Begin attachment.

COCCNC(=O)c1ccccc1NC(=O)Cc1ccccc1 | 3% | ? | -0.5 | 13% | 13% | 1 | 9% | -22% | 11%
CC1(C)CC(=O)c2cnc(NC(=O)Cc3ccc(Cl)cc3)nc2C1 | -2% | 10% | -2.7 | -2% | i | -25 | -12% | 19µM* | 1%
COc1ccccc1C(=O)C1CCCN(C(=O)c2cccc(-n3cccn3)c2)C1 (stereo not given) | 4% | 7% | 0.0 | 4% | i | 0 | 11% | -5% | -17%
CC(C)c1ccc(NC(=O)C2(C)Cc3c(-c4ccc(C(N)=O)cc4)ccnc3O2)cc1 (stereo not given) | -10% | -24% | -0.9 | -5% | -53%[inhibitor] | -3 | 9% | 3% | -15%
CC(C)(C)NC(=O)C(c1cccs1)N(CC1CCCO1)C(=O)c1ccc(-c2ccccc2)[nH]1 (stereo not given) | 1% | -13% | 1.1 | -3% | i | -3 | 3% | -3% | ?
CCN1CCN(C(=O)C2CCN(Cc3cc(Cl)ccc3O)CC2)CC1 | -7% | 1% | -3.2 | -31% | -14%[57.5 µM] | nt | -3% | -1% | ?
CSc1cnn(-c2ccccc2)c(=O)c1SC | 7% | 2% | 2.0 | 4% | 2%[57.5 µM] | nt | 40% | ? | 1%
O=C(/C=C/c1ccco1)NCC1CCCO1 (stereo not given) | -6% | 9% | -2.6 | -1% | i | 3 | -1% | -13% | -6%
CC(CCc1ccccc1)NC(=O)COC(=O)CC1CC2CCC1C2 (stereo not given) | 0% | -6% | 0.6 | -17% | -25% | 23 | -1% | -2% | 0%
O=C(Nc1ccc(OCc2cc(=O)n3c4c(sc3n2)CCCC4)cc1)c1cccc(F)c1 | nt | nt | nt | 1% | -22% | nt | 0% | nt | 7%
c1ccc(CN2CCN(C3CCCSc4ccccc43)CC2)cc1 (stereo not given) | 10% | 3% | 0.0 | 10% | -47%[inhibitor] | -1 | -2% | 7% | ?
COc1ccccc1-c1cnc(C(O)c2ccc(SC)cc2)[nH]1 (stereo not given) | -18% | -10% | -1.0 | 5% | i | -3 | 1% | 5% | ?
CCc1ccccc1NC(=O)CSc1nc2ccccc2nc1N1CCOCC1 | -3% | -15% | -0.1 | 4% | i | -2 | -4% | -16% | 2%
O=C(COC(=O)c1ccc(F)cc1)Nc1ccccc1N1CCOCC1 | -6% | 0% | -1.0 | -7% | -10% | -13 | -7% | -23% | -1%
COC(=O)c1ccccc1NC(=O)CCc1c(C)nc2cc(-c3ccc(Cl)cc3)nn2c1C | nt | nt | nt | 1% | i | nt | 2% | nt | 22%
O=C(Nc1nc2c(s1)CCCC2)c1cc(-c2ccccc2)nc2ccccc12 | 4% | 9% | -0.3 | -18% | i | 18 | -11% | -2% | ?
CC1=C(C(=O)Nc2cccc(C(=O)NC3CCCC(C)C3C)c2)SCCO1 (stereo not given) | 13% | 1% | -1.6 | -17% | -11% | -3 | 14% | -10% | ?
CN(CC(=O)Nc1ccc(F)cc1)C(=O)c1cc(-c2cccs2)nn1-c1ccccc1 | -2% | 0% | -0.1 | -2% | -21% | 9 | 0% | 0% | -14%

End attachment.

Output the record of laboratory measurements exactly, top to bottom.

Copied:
COCCNC(=O)c1ccccc1NC(=O)Cc1ccccc1 | 3% | ? | -0.5 | 13% | 13% | 1 | 9% | -22% | 11%
CC1(C)CC(=O)c2cnc(NC(=O)Cc3ccc(Cl)cc3)nc2C1 | -2% | 10% | -2.7 | -2% | i | -25 | -12% | 19µM* | 1%
COc1ccccc1C(=O)C1CCCN(C(=O)c2cccc(-n3cccn3)c2)C1 (stereo not given) | 4% | 7% | 0.0 | 4% | i | 0 | 11% | -5% | -17%
CC(C)c1ccc(NC(=O)C2(C)Cc3c(-c4ccc(C(N)=O)cc4)ccnc3O2)cc1 (stereo not given) | -10% | -24% | -0.9 | -5% | -53%[inhibitor] | -3 | 9% | 3% | -15%
CC(C)(C)NC(=O)C(c1cccs1)N(CC1CCCO1)C(=O)c1ccc(-c2ccccc2)[nH]1 (stereo not given) | 1% | -13% | 1.1 | -3% | i | -3 | 3% | -3% | ?
CCN1CCN(C(=O)C2CCN(Cc3cc(Cl)ccc3O)CC2)CC1 | -7% | 1% | -3.2 | -31% | -14%[57.5 µM] | nt | -3% | -1% | ?
CSc1cnn(-c2ccccc2)c(=O)c1SC | 7% | 2% | 2.0 | 4% | 2%[57.5 µM] | nt | 40% | ? | 1%
O=C(/C=C/c1ccco1)NCC1CCCO1 (stereo not given) | -6% | 9% | -2.6 | -1% | i | 3 | -1% | -13% | -6%
CC(CCc1ccccc1)NC(=O)COC(=O)CC1CC2CCC1C2 (stereo not given) | 0% | -6% | 0.6 | -17% | -25% | 23 | -1% | -2% | 0%
O=C(Nc1ccc(OCc2cc(=O)n3c4c(sc3n2)CCCC4)cc1)c1cccc(F)c1 | nt | nt | nt | 1% | -22% | nt | 0% | nt | 7%
c1ccc(CN2CCN(C3CCCSc4ccccc43)CC2)cc1 (stereo not given) | 10% | 3% | 0.0 | 10% | -47%[inhibitor] | -1 | -2% | 7% | ?
COc1ccccc1-c1cnc(C(O)c2ccc(SC)cc2)[nH]1 (stereo not given) | -18% | -10% | -1.0 | 5% | i | -3 | 1% | 5% | ?
CCc1ccccc1NC(=O)CSc1nc2ccccc2nc1N1CCOCC1 | -3% | -15% | -0.1 | 4% | i | -2 | -4% | -16% | 2%
O=C(COC(=O)c1ccc(F)cc1)Nc1ccccc1N1CCOCC1 | -6% | 0% | -1.0 | -7% | -10% | -13 | -7% | -23% | -1%
COC(=O)c1ccccc1NC(=O)CCc1c(C)nc2cc(-c3ccc(Cl)cc3)nn2c1C | nt | nt | nt | 1% | i | nt | 2% | nt | 22%
O=C(Nc1nc2c(s1)CCCC2)c1cc(-c2ccccc2)nc2ccccc12 | 4% | 9% | -0.3 | -18% | i | 18 | -11% | -2% | ?
CC1=C(C(=O)Nc2cccc(C(=O)NC3CCCC(C)C3C)c2)SCCO1 (stereo not given) | 13% | 1% | -1.6 | -17% | -11% | -3 | 14% | -10% | ?
CN(CC(=O)Nc1ccc(F)cc1)C(=O)c1cc(-c2cccs2)nn1-c1ccccc1 | -2% | 0% | -0.1 | -2% | -21% | 9 | 0% | 0% | -14%